By Will Espero
The Mpassa: A Second Chance chronicles the efforts of Liz Pearson and her team as they work with orphaned gorillas in Central Africa. This feature documentary by Director Joel Lawrence Holzman from the United States begins with a river ride to a secluded region in Gabon where a team of workers protect and engage with gorillas in the Mpassa Gorilla Project.
The loss of a mother is traumatic in any species, and the conservation and rehabilitation of orphaned gorillas is the focus during a visit to the refuge. The daily routines, rituals, behaviors, and personalities are highlighted as viewers will see the relationships, bonds, and group dynamics these gorillas have created. Sixteen gorillas from one to eight years old interact and mingle in the jungle as their protectors and caregivers observe and monitor their actions.
The film is a close, intimate look at the primates and the work necessary to create a safe government-recognized reserve or sanctuary for these precious endangered animals.
Director Joel Lawrence Holzman
Joel Holzman has a varied professional background in photography which spans over 45 years. From glamour and celebrity photography in Hollywood, to shooting wildlife videos in Africa and SE Asia. He owns and operates a photography studio in Vallejo, CA.
For five weeks during the summer of 2002 I observed, filmed, and lived amongst seventeen orphaned western lowland gorillas in the equatorial rainforests of Gabon in Central Africa. This was part of the research I was doing for a master’s degree in visual anthropology at San Francisco State University. During my years as a Peace Corps Volunteer in Gabon from 1997 to 1999, I had heard about a gorilla sanctuary called Projet Protection Des Gorilles (PPG). Their main objective was to rescue young gorillas from captive situations throughout Gabon, and then reintroduce them back into the forest. This gorilla conservation project was started and privately funded in 1998 by the John Aspinall Foundation, who also runs the Howletts and Port Lympne Wild Animal Parks in Kent and Port Lympne, England. They have the most successful captive zoo breeding program for western lowland gorillas in the world. Their experience of reintroducing gorillas into the wild goes back to 1989, where it first was attempted by them in the Republic of Congo.
When the parents of these young gorillas are killed by poachers for the bushmeat trade, the infants are usually taken and sold in markets or local villages as pets. This poses a huge problem because baby gorillas need constant attention, a special diet, and become harder to handle as they grow older. Their only chance for survival is in zoos or to be cared for and then rerelease into the wild by gorilla conservation projects such as Projet Protection Des Gorilles.
My days were spent in the forest with this gorilla group who ranged in age between eleven months to seven years. There were ten females and seven males. This was an artificial family of forest gorillas who were brought together from different parts of Gabon. The group contained no kin members, silverbacks, or adult females. Each day I would take a short boat ride from the base camp dock up the Mpassa River to the riverine forest where the gorillas lived. I would be accompanied by two Gabonese workers, who would spend morning or afternoon four-hour shifts with the gorillas. They would tend to their needs, and walk the trails with them to different foraging areas. The gorillas, however, fended for themselves. They feed on a variety of about fifty different plant products naturally found there. At four o’clock each afternoon, the gorillas would receive a liquid milk supplement and their vitamins. Then they would be left alone for the evening, each building their nests high up in the tree canopy to sleep in.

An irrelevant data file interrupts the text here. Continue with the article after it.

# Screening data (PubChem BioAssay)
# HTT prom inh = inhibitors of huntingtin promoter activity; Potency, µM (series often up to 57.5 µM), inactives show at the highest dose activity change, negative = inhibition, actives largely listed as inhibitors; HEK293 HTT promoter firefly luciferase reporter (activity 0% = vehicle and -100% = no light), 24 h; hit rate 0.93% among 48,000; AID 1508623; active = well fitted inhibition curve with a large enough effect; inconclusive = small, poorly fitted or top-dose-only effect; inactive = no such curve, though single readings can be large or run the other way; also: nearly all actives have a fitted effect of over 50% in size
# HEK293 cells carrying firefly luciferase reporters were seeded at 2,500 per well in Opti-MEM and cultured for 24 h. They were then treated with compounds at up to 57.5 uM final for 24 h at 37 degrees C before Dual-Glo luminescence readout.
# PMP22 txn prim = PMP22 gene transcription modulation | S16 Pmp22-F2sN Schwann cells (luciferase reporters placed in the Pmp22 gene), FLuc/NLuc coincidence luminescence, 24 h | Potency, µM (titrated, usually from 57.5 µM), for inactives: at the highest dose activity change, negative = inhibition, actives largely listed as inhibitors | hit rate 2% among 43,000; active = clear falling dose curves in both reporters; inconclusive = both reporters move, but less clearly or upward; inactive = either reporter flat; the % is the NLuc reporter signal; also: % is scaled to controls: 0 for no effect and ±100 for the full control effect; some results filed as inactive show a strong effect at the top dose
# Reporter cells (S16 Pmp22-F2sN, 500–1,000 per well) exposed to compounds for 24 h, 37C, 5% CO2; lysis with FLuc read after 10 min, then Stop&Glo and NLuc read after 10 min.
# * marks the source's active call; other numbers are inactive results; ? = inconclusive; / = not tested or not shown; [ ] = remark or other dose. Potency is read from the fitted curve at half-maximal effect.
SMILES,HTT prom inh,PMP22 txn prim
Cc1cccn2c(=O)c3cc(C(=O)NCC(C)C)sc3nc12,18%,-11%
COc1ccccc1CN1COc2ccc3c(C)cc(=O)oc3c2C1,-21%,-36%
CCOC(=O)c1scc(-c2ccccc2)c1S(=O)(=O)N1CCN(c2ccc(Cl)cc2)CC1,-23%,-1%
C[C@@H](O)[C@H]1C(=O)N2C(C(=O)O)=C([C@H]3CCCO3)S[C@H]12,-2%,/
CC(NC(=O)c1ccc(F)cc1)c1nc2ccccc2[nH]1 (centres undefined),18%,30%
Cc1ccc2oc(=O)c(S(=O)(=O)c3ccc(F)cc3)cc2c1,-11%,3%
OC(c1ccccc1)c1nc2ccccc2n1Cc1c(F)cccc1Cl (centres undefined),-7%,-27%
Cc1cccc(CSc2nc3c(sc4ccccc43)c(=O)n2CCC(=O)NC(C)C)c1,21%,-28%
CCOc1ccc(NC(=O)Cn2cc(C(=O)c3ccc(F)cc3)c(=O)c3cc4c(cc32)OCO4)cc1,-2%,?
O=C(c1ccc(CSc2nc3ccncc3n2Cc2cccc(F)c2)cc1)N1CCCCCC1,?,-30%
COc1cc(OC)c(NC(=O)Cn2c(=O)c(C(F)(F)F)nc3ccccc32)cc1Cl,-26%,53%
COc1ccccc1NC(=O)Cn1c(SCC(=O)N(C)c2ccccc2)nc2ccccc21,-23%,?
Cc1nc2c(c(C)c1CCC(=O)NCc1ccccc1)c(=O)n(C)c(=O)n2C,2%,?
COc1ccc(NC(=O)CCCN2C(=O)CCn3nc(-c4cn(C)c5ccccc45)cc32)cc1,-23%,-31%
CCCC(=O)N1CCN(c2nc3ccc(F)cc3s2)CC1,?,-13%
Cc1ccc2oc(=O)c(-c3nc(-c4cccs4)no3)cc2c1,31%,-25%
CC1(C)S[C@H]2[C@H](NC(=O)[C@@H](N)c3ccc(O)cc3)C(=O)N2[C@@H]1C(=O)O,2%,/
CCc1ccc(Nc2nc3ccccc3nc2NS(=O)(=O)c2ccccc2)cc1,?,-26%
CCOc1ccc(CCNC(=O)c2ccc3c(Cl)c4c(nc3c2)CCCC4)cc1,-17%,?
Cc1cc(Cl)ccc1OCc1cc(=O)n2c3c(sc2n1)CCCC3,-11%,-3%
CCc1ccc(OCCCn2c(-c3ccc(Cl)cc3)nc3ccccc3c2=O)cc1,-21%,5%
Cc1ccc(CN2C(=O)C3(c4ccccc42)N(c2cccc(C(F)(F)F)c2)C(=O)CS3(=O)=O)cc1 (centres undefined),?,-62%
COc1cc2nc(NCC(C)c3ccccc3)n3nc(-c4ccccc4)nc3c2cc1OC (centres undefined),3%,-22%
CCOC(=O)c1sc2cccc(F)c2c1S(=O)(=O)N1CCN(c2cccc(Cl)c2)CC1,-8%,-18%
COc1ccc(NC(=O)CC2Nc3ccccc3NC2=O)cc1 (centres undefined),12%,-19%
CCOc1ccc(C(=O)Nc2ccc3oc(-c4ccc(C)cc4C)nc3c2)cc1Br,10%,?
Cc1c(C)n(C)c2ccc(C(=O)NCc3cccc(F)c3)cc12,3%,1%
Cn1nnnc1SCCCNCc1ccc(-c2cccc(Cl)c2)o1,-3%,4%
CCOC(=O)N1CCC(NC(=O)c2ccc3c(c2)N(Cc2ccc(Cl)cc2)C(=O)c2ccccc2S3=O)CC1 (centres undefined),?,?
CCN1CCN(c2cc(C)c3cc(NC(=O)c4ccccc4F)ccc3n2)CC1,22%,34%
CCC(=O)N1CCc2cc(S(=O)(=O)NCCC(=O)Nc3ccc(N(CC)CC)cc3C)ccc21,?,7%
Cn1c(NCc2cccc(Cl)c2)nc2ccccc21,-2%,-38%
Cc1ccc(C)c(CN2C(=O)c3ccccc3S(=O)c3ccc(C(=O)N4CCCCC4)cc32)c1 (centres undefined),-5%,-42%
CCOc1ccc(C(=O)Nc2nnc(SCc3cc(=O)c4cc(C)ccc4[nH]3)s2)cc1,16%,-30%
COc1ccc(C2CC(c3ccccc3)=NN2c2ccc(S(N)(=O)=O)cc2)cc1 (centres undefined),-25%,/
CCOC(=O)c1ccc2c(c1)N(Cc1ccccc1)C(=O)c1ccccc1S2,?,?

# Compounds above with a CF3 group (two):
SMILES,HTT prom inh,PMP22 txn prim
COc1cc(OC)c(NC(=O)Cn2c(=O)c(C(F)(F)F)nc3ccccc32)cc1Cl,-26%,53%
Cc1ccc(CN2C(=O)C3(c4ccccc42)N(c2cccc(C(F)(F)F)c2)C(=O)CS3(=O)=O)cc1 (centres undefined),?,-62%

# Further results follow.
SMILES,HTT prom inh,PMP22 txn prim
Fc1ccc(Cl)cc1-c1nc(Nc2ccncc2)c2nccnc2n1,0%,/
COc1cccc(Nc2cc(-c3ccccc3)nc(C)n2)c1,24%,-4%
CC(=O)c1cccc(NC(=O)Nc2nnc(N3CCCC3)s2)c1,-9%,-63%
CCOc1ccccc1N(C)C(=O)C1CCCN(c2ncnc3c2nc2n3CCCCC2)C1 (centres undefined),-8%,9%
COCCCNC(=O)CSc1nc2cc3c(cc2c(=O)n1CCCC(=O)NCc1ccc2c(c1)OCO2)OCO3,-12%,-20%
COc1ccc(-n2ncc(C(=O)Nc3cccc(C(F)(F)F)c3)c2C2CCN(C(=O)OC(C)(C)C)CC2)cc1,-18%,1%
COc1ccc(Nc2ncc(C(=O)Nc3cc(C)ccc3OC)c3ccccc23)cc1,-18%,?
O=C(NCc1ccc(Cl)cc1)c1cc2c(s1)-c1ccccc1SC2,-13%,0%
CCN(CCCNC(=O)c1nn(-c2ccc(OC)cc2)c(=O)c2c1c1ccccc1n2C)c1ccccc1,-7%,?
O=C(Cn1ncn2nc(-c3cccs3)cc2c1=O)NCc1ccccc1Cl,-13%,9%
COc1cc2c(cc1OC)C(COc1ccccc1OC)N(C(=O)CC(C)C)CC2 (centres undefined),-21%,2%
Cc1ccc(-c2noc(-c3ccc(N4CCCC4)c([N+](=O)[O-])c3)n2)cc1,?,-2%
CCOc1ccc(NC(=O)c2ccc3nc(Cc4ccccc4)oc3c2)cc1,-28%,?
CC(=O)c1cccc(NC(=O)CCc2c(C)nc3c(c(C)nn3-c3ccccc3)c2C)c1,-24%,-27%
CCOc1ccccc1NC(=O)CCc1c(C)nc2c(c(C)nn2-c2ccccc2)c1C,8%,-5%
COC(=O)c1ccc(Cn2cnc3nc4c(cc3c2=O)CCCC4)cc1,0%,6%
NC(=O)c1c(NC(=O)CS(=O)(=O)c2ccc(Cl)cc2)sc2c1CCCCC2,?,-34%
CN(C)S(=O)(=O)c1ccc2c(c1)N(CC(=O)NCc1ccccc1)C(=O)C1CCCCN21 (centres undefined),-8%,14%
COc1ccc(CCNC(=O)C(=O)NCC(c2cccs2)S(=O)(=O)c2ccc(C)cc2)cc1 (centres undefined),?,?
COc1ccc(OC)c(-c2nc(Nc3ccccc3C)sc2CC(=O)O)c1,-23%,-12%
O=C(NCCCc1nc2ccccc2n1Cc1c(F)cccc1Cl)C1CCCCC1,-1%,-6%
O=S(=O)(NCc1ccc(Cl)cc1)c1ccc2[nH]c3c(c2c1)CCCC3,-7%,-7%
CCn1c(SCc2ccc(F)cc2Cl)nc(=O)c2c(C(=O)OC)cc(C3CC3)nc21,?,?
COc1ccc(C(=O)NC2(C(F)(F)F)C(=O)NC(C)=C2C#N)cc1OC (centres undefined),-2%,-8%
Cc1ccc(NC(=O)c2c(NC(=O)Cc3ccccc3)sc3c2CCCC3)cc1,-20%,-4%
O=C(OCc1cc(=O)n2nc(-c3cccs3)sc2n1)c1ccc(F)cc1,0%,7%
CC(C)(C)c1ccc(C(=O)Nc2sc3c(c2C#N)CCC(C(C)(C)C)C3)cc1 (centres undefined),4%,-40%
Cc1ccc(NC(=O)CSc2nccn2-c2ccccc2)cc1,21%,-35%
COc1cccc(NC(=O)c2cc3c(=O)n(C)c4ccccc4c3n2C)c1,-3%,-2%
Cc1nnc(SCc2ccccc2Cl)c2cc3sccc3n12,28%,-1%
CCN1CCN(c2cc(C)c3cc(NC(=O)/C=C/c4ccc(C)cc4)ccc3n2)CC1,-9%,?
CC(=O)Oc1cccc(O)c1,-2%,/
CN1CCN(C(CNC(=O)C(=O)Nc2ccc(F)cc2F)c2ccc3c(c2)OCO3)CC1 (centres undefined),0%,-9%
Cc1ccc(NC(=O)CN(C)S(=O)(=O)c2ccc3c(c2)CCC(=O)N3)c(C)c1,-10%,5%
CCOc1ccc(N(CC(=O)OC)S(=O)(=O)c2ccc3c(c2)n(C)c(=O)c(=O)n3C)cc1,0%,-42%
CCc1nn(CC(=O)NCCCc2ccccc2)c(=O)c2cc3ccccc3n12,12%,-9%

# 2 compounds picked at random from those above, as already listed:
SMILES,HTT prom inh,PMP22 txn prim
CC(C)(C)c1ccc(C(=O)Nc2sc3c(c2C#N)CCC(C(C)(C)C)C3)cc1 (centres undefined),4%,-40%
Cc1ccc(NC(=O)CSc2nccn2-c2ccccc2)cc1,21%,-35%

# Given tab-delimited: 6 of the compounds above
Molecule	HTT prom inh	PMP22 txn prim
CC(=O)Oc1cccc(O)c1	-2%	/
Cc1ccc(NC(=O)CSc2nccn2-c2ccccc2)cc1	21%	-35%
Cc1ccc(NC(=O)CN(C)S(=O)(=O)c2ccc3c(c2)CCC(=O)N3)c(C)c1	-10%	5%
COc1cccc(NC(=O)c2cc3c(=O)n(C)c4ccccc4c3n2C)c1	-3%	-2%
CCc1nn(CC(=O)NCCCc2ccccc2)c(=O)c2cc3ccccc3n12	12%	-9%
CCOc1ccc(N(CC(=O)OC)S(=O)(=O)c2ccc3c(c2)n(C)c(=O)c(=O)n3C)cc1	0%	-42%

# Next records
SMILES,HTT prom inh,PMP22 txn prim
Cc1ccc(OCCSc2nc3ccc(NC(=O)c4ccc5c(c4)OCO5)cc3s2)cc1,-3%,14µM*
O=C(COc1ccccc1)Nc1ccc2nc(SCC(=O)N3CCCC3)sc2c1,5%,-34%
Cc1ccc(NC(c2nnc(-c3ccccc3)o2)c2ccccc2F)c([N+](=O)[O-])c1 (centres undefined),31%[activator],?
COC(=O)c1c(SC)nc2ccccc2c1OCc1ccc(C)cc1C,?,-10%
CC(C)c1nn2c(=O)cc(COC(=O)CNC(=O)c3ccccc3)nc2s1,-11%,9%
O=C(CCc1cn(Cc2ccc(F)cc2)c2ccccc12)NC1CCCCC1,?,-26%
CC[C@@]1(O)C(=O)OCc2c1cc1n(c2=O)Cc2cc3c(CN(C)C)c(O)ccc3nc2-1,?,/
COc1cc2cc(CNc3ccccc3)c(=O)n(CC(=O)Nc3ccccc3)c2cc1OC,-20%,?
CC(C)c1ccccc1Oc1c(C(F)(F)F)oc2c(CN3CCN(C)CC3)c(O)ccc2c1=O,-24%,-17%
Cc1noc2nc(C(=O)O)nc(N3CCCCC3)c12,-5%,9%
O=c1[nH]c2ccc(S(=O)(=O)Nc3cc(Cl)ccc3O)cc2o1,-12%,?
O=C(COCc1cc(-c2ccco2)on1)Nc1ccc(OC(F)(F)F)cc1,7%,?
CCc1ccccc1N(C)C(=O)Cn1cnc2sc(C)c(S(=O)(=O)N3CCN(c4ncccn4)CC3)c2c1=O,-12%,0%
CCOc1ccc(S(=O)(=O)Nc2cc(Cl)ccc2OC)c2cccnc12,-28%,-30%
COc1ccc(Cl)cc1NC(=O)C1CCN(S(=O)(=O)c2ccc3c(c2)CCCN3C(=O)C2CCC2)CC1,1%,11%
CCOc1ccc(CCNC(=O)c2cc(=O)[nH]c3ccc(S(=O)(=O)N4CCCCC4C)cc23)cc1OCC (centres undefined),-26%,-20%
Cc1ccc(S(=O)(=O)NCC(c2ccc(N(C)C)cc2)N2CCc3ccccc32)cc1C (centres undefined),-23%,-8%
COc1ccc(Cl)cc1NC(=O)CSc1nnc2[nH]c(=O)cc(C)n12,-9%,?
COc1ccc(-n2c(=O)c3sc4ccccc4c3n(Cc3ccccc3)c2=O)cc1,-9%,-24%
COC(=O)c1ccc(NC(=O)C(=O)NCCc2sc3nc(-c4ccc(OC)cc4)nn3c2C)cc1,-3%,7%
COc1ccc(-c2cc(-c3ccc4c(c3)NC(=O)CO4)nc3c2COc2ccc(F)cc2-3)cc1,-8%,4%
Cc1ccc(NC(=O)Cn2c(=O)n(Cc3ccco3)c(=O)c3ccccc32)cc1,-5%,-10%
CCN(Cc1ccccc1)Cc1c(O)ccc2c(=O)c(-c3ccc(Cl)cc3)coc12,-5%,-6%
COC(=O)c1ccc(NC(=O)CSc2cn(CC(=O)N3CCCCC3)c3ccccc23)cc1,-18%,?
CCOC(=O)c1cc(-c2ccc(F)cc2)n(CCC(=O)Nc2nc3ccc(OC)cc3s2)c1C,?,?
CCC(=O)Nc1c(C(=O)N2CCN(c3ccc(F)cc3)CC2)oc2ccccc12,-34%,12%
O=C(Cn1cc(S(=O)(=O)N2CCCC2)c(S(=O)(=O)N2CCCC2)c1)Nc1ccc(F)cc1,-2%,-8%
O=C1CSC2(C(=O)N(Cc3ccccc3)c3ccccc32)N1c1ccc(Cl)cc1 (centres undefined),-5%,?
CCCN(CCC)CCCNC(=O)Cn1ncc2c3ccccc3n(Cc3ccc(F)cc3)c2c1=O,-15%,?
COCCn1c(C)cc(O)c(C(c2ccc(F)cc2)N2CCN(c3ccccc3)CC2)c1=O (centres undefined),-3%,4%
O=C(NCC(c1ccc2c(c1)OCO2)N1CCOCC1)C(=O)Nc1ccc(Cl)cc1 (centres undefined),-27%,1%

Liz Pearson, an American, is the PPG project manager. She has been working with gorillas, as well as other primates, for the past ten years. She is also the surrogate mother to all of these orphan gorillas. She has hand raised most of the baby gorillas in the Mpassa group before they were capable enough to join the older gorillas in the forest. For example, the newest member of the group was Souba, an eleven month old female, who had just arrived two weeks before I started filming. Souba would spend each night with Liz Pearson at the base camp, then every morning she would accompany the Gabonese workers, joining the other gorillas in the forest sanctuary. In this way, she was able to interact with the older gorillas during the day learning how to survive as a forest gorilla.
The Mpassa PPG gorilla sanctuary is a very unique situation, because these free ranging and wild western lowland gorillas have been fully habituated to a human presence. It made it possible for me to observe and record their natural behaviors at a very close distance, without disturbing their normal daily activities. I spent a total of ninety observational hours with this group, which resulted in recording daily field notes, shooting hundreds of still pictures, and accumulating over twenty-three hours of videotape. What seemed essential to me was to try and present a true visual representation of what life was like not only for the gorillas, but also with the humans working with them on this project. This resulted in the present 73 minute documentary that I produced, The Mpassa: A Second Chance.Joel Lawrence Holzman
The Mpassa: A Second Chance is an Official Selection at the 2022 edition of the Global Nonviolent Film Festival, and it can be watched from September 29 to October 10 on globalnonviolentfilmfestival.com. D!